Several factors guide the planning of a nuclear power project; for example, geographic location, acceptance of local residents, extensive authorisation processes, long construction period, availability of skilled engineers and management and storage of radioactive waste.
Constructing a new reactor requires a very substantial investment. But the useful life of a reactor is long. A nuclear power plant produces electricity for between 40 and 60 years. Additional investments for safety and modernisation may be required.
The long-term nature of the project increases the risk that uncertainties may accumulate and present obstacles to the completion of the project as well as to profitability. Risks include regulatory requirements, financing terms and conditions, and future electricity price trends.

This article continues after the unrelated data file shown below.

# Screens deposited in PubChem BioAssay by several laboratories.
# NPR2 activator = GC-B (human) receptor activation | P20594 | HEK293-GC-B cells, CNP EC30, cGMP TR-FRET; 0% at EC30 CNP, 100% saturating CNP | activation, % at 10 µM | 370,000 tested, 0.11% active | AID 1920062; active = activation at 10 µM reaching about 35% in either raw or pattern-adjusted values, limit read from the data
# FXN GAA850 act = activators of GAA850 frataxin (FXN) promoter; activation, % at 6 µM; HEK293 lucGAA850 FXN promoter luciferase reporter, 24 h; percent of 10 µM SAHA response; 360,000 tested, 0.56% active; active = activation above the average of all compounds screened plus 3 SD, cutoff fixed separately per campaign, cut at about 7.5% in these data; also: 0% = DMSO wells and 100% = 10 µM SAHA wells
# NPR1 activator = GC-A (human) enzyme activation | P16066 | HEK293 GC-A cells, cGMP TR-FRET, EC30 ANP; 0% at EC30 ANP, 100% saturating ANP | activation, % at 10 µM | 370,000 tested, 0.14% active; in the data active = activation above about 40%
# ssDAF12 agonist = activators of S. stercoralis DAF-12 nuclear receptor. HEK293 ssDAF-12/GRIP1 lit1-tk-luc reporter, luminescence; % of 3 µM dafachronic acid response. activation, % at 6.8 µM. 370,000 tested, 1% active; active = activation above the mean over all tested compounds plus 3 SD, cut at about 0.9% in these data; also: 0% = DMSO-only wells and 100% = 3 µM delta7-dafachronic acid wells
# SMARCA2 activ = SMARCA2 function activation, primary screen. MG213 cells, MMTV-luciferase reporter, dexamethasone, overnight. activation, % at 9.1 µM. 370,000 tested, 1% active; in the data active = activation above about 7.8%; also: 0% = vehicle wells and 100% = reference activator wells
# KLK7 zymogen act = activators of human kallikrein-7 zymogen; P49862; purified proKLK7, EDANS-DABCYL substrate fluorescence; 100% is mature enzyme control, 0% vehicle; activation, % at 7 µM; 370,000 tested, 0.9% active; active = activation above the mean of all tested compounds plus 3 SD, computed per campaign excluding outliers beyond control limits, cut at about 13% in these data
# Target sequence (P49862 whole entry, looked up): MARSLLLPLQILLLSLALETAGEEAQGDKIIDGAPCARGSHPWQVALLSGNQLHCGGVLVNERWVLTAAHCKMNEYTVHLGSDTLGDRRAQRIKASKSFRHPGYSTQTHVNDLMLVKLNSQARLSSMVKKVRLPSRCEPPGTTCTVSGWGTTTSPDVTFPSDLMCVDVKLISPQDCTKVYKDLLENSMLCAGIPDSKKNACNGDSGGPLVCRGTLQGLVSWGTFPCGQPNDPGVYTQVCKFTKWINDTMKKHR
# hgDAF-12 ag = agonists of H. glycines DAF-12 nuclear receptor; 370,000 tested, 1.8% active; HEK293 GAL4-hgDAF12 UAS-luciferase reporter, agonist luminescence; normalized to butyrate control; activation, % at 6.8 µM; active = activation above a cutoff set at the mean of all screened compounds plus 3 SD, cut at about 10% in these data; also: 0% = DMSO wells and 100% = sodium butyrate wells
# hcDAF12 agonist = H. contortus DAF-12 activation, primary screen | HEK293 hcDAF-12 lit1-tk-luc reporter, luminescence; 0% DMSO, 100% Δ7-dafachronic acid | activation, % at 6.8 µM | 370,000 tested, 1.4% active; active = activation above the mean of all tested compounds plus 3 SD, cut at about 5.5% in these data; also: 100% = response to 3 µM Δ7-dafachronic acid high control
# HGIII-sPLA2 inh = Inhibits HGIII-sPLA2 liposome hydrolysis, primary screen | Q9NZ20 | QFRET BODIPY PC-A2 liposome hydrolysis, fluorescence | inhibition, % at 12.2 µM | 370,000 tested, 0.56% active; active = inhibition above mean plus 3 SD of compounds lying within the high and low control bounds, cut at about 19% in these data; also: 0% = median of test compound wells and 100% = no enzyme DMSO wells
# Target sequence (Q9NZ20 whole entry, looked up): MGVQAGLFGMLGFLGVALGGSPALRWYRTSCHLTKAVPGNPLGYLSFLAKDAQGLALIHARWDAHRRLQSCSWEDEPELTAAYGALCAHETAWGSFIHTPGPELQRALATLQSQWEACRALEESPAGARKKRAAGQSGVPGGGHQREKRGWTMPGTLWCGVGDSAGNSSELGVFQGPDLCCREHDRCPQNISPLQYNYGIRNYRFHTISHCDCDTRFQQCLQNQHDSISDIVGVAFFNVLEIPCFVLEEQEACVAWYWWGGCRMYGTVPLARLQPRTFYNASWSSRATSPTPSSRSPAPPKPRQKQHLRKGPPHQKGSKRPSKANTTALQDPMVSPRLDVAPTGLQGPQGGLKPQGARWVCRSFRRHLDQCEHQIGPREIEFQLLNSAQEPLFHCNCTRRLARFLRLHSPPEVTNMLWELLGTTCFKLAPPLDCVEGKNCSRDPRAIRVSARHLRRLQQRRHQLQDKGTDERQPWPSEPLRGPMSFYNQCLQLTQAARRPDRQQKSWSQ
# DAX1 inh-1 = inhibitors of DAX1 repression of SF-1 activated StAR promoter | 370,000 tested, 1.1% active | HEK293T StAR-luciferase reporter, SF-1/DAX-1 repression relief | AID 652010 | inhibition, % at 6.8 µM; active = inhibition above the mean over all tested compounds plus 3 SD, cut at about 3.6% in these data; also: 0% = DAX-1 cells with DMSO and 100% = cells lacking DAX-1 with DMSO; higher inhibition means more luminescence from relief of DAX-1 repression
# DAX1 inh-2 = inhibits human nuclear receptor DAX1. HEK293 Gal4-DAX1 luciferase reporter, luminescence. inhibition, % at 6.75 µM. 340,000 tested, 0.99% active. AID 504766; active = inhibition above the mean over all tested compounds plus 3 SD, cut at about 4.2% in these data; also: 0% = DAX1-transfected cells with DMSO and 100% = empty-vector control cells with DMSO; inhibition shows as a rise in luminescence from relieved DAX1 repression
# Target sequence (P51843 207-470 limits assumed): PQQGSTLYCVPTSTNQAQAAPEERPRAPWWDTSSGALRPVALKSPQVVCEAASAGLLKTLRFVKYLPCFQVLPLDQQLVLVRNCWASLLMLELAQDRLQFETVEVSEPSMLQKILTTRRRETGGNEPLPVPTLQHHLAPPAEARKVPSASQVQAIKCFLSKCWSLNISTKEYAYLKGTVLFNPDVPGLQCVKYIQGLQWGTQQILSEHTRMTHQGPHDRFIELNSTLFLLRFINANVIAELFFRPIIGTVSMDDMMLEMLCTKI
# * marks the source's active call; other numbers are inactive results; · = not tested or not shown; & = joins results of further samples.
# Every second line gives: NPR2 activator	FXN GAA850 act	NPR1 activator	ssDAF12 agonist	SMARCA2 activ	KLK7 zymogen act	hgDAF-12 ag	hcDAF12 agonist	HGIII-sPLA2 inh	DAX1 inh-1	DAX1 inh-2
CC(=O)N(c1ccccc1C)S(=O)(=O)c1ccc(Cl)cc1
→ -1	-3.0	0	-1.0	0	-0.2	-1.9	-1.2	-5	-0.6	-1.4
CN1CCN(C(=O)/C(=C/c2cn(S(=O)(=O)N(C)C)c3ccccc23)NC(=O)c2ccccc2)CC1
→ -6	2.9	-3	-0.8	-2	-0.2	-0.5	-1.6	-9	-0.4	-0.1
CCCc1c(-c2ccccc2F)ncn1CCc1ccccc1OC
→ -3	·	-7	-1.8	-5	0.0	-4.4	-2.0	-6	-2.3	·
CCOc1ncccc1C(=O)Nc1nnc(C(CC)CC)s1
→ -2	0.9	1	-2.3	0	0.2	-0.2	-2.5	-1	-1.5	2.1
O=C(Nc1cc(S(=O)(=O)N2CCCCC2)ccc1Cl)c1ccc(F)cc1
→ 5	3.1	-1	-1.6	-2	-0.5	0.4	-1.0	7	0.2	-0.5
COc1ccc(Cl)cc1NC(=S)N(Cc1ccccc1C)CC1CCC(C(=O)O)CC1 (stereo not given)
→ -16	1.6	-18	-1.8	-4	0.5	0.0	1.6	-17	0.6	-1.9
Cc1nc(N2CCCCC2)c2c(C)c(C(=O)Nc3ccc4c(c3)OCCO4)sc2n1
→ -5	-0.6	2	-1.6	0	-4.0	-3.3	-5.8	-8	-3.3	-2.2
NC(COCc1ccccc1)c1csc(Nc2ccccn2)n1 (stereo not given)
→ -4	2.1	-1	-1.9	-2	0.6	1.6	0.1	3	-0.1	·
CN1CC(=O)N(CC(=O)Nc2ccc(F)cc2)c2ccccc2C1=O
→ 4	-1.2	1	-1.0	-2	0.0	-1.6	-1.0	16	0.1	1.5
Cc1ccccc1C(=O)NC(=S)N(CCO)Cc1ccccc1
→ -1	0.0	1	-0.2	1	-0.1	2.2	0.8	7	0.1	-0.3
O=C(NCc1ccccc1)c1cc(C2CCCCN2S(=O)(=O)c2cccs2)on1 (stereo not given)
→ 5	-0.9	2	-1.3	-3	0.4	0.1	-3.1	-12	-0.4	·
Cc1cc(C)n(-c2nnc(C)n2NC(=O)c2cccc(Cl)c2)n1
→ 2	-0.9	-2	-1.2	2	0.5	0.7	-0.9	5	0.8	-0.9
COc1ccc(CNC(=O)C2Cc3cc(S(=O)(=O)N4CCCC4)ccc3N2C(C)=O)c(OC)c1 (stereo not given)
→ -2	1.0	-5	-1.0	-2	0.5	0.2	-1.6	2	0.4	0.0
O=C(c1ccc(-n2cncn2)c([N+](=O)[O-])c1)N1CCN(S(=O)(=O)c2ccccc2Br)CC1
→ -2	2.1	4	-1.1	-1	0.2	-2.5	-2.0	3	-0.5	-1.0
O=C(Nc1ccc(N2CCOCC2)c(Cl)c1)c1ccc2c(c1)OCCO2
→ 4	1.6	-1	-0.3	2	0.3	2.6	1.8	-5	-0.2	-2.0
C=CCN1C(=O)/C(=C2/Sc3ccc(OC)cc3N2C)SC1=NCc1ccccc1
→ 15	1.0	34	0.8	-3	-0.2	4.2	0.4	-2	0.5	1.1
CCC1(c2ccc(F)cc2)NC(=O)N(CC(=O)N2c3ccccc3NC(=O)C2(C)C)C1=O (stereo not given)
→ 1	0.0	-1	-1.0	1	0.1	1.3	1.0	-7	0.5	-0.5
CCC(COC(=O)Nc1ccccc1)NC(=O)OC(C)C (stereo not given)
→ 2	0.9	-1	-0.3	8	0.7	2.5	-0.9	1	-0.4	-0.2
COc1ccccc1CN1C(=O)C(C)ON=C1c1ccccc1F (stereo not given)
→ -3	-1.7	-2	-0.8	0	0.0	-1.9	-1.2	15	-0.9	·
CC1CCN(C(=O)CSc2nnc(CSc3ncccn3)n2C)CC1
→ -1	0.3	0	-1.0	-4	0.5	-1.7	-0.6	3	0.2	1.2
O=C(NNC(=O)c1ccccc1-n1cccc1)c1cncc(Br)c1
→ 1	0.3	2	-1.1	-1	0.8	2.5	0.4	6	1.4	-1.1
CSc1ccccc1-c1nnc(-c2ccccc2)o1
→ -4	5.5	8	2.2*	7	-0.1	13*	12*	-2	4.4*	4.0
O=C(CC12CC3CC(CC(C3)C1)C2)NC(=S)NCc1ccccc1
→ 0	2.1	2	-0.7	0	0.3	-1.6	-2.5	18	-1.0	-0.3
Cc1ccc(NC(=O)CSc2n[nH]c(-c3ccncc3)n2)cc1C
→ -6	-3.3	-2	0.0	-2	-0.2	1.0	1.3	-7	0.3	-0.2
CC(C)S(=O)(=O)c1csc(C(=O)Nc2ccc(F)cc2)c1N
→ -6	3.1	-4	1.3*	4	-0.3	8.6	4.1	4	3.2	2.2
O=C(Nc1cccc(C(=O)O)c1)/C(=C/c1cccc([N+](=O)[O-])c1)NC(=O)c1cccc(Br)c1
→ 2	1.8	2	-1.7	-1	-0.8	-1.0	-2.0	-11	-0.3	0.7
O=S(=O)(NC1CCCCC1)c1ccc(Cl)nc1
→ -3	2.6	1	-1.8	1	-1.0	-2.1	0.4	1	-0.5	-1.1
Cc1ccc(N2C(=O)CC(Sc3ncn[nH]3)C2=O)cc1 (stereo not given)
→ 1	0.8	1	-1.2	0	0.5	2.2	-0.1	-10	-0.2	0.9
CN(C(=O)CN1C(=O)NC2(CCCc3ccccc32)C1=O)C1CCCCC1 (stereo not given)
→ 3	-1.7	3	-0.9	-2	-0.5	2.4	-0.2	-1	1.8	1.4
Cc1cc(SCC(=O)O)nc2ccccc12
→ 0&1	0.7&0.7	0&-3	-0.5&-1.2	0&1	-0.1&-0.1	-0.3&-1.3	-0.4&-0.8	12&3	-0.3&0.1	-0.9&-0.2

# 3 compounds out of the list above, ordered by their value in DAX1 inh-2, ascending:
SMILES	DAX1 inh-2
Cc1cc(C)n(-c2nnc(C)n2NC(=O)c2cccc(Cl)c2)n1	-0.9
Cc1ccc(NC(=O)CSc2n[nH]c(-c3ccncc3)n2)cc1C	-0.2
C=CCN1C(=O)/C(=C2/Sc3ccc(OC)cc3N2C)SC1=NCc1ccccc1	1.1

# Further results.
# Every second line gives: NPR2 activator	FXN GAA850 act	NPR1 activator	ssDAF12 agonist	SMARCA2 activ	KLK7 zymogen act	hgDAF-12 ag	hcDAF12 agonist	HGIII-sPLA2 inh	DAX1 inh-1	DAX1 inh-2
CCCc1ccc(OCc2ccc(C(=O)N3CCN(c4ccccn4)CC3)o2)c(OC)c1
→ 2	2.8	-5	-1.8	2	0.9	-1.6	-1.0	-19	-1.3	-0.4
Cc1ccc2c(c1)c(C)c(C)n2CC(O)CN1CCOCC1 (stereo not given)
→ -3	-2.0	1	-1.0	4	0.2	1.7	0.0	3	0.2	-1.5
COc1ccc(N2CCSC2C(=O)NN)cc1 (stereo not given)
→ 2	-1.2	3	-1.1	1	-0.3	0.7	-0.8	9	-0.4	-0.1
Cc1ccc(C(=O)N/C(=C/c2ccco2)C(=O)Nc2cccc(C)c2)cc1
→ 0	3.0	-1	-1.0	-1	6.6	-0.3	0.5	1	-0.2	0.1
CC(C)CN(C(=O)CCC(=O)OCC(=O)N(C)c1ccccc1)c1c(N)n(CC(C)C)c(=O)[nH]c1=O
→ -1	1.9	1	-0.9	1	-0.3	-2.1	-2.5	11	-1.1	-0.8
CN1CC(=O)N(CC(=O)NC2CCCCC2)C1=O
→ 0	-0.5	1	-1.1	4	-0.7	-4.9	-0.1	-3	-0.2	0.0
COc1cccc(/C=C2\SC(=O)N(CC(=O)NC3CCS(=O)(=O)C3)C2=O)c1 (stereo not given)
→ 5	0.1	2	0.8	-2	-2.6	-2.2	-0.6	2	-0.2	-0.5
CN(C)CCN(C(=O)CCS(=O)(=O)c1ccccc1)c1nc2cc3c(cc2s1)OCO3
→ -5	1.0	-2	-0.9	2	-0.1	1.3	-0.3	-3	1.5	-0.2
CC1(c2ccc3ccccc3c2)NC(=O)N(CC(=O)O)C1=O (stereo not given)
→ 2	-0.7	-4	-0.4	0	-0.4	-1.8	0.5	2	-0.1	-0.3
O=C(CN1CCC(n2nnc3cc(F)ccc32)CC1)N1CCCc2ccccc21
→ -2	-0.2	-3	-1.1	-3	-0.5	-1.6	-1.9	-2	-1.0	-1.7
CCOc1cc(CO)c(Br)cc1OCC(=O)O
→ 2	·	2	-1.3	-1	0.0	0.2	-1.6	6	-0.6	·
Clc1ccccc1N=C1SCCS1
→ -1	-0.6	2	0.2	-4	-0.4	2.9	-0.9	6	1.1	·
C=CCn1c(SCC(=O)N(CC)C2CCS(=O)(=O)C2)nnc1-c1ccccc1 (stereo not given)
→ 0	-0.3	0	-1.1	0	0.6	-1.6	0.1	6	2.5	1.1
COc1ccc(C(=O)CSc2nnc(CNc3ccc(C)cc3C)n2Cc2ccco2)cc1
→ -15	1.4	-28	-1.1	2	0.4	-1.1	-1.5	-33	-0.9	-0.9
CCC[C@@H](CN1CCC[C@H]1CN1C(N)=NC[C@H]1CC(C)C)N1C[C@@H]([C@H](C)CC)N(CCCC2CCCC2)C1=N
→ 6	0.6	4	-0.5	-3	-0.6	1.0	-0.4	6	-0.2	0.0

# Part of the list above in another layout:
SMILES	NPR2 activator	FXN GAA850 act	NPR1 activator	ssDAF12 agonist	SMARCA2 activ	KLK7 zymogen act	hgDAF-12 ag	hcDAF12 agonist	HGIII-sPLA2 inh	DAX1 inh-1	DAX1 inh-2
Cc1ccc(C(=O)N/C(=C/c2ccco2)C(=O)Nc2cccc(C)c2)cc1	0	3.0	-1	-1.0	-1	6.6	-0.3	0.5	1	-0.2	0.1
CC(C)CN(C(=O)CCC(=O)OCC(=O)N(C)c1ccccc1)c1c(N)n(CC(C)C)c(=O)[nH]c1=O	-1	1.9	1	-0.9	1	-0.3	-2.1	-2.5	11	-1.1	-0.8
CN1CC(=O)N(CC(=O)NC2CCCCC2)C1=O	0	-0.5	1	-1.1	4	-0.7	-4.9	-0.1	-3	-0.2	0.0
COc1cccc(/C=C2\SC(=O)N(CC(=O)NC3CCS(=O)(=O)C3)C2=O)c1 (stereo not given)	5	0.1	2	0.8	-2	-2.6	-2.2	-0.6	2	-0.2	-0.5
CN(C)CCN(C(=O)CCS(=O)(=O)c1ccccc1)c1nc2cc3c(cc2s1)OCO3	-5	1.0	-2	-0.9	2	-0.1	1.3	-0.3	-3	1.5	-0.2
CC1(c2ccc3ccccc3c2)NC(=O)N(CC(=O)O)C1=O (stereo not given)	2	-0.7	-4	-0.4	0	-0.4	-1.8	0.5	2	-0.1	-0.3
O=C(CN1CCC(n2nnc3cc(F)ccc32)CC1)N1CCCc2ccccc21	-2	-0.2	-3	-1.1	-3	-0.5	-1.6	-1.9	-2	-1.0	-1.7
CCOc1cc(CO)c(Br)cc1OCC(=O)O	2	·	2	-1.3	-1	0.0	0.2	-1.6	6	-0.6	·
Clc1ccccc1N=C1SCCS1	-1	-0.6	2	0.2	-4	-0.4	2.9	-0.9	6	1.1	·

Many reactors rely on proximity to the coast to draw sea water used to cool the condenser. And the plant shouldn't be located too far from end-users, since much electricity is lost in long-distance transports.
New reactors have not been built for many years. This increases the risks in terms of failing to meet time schedules and potentially increasing the cost. This uncertainty, though, is being gradually reduced as new plants are built.
Storage of spent nuclear fuel
The long-term management of radioactive waste is a key issue in the planning of new nuclear plants.